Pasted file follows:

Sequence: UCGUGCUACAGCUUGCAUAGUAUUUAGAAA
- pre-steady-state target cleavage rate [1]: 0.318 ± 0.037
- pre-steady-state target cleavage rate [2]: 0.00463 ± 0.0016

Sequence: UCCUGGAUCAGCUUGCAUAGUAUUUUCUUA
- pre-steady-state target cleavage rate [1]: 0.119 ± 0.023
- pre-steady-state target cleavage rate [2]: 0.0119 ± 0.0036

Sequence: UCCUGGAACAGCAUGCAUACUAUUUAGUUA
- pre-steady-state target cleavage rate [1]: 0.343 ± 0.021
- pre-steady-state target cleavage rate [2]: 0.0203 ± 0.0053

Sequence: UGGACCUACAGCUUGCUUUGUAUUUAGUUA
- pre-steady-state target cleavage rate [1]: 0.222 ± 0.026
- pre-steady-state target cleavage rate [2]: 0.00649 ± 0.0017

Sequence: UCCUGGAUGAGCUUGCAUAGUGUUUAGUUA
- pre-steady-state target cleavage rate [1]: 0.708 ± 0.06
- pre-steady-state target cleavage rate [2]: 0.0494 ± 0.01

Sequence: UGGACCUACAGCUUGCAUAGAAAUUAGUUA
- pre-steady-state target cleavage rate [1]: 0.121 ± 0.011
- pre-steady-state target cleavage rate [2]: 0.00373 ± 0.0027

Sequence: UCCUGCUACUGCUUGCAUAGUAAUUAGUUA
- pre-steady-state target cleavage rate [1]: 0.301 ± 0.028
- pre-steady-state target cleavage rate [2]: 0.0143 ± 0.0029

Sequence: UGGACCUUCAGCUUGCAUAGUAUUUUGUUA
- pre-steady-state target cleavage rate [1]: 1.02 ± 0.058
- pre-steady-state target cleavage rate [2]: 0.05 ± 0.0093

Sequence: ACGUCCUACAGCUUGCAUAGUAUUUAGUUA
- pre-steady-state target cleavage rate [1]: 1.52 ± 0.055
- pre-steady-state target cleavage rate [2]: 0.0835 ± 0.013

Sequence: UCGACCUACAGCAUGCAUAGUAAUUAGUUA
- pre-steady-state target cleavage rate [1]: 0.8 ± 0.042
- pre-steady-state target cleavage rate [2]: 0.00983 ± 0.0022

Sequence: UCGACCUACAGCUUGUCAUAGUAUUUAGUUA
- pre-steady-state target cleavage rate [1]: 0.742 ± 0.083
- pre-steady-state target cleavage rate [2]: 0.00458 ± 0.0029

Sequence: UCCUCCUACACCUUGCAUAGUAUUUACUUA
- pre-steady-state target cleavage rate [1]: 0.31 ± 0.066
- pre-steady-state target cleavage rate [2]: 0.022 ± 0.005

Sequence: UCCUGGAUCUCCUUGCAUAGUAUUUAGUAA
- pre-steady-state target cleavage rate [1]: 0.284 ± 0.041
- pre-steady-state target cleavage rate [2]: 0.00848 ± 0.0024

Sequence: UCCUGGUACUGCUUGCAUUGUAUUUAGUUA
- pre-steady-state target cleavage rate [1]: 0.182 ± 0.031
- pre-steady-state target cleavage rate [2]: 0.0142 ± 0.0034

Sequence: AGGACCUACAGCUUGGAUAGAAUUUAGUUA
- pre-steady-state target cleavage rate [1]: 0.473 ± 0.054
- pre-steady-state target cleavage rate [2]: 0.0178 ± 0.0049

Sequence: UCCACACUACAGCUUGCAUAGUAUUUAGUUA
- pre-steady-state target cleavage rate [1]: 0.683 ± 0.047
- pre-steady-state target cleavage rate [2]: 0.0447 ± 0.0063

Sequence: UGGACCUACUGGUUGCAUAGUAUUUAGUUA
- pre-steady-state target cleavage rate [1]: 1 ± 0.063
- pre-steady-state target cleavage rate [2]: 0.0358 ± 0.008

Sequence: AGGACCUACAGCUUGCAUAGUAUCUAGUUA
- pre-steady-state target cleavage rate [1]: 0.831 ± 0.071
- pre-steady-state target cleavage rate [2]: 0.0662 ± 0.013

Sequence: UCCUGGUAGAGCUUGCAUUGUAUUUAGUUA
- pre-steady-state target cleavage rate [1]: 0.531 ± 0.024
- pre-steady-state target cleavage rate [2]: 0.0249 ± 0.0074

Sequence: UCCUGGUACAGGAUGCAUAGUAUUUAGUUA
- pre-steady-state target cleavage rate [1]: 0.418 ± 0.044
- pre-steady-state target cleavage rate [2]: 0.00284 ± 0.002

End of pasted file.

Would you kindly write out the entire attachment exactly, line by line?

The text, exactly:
Sequence: UCGUGCUACAGCUUGCAUAGUAUUUAGAAA
- pre-steady-state target cleavage rate [1]: 0.318 ± 0.037
- pre-steady-state target cleavage rate [2]: 0.00463 ± 0.0016

Sequence: UCCUGGAUCAGCUUGCAUAGUAUUUUCUUA
- pre-steady-state target cleavage rate [1]: 0.119 ± 0.023
- pre-steady-state target cleavage rate [2]: 0.0119 ± 0.0036

Sequence: UCCUGGAACAGCAUGCAUACUAUUUAGUUA
- pre-steady-state target cleavage rate [1]: 0.343 ± 0.021
- pre-steady-state target cleavage rate [2]: 0.0203 ± 0.0053

Sequence: UGGACCUACAGCUUGCUUUGUAUUUAGUUA
- pre-steady-state target cleavage rate [1]: 0.222 ± 0.026
- pre-steady-state target cleavage rate [2]: 0.00649 ± 0.0017

Sequence: UCCUGGAUGAGCUUGCAUAGUGUUUAGUUA
- pre-steady-state target cleavage rate [1]: 0.708 ± 0.06
- pre-steady-state target cleavage rate [2]: 0.0494 ± 0.01

Sequence: UGGACCUACAGCUUGCAUAGAAAUUAGUUA
- pre-steady-state target cleavage rate [1]: 0.121 ± 0.011
- pre-steady-state target cleavage rate [2]: 0.00373 ± 0.0027

Sequence: UCCUGCUACUGCUUGCAUAGUAAUUAGUUA
- pre-steady-state target cleavage rate [1]: 0.301 ± 0.028
- pre-steady-state target cleavage rate [2]: 0.0143 ± 0.0029

Sequence: UGGACCUUCAGCUUGCAUAGUAUUUUGUUA
- pre-steady-state target cleavage rate [1]: 1.02 ± 0.058
- pre-steady-state target cleavage rate [2]: 0.05 ± 0.0093

Sequence: ACGUCCUACAGCUUGCAUAGUAUUUAGUUA
- pre-steady-state target cleavage rate [1]: 1.52 ± 0.055
- pre-steady-state target cleavage rate [2]: 0.0835 ± 0.013

Sequence: UCGACCUACAGCAUGCAUAGUAAUUAGUUA
- pre-steady-state target cleavage rate [1]: 0.8 ± 0.042
- pre-steady-state target cleavage rate [2]: 0.00983 ± 0.0022

Sequence: UCGACCUACAGCUUGUCAUAGUAUUUAGUUA
- pre-steady-state target cleavage rate [1]: 0.742 ± 0.083
- pre-steady-state target cleavage rate [2]: 0.00458 ± 0.0029

Sequence: UCCUCCUACACCUUGCAUAGUAUUUACUUA
- pre-steady-state target cleavage rate [1]: 0.31 ± 0.066
- pre-steady-state target cleavage rate [2]: 0.022 ± 0.005

Sequence: UCCUGGAUCUCCUUGCAUAGUAUUUAGUAA
- pre-steady-state target cleavage rate [1]: 0.284 ± 0.041
- pre-steady-state target cleavage rate [2]: 0.00848 ± 0.0024

Sequence: UCCUGGUACUGCUUGCAUUGUAUUUAGUUA
- pre-steady-state target cleavage rate [1]: 0.182 ± 0.031
- pre-steady-state target cleavage rate [2]: 0.0142 ± 0.0034

Sequence: AGGACCUACAGCUUGGAUAGAAUUUAGUUA
- pre-steady-state target cleavage rate [1]: 0.473 ± 0.054
- pre-steady-state target cleavage rate [2]: 0.0178 ± 0.0049

Sequence: UCCACACUACAGCUUGCAUAGUAUUUAGUUA
- pre-steady-state target cleavage rate [1]: 0.683 ± 0.047
- pre-steady-state target cleavage rate [2]: 0.0447 ± 0.0063

Sequence: UGGACCUACUGGUUGCAUAGUAUUUAGUUA
- pre-steady-state target cleavage rate [1]: 1 ± 0.063
- pre-steady-state target cleavage rate [2]: 0.0358 ± 0.008

Sequence: AGGACCUACAGCUUGCAUAGUAUCUAGUUA
- pre-steady-state target cleavage rate [1]: 0.831 ± 0.071
- pre-steady-state target cleavage rate [2]: 0.0662 ± 0.013

Sequence: UCCUGGUAGAGCUUGCAUUGUAUUUAGUUA
- pre-steady-state target cleavage rate [1]: 0.531 ± 0.024
- pre-steady-state target cleavage rate [2]: 0.0249 ± 0.0074

Sequence: UCCUGGUACAGGAUGCAUAGUAUUUAGUUA
- pre-steady-state target cleavage rate [1]: 0.418 ± 0.044
- pre-steady-state target cleavage rate [2]: 0.00284 ± 0.002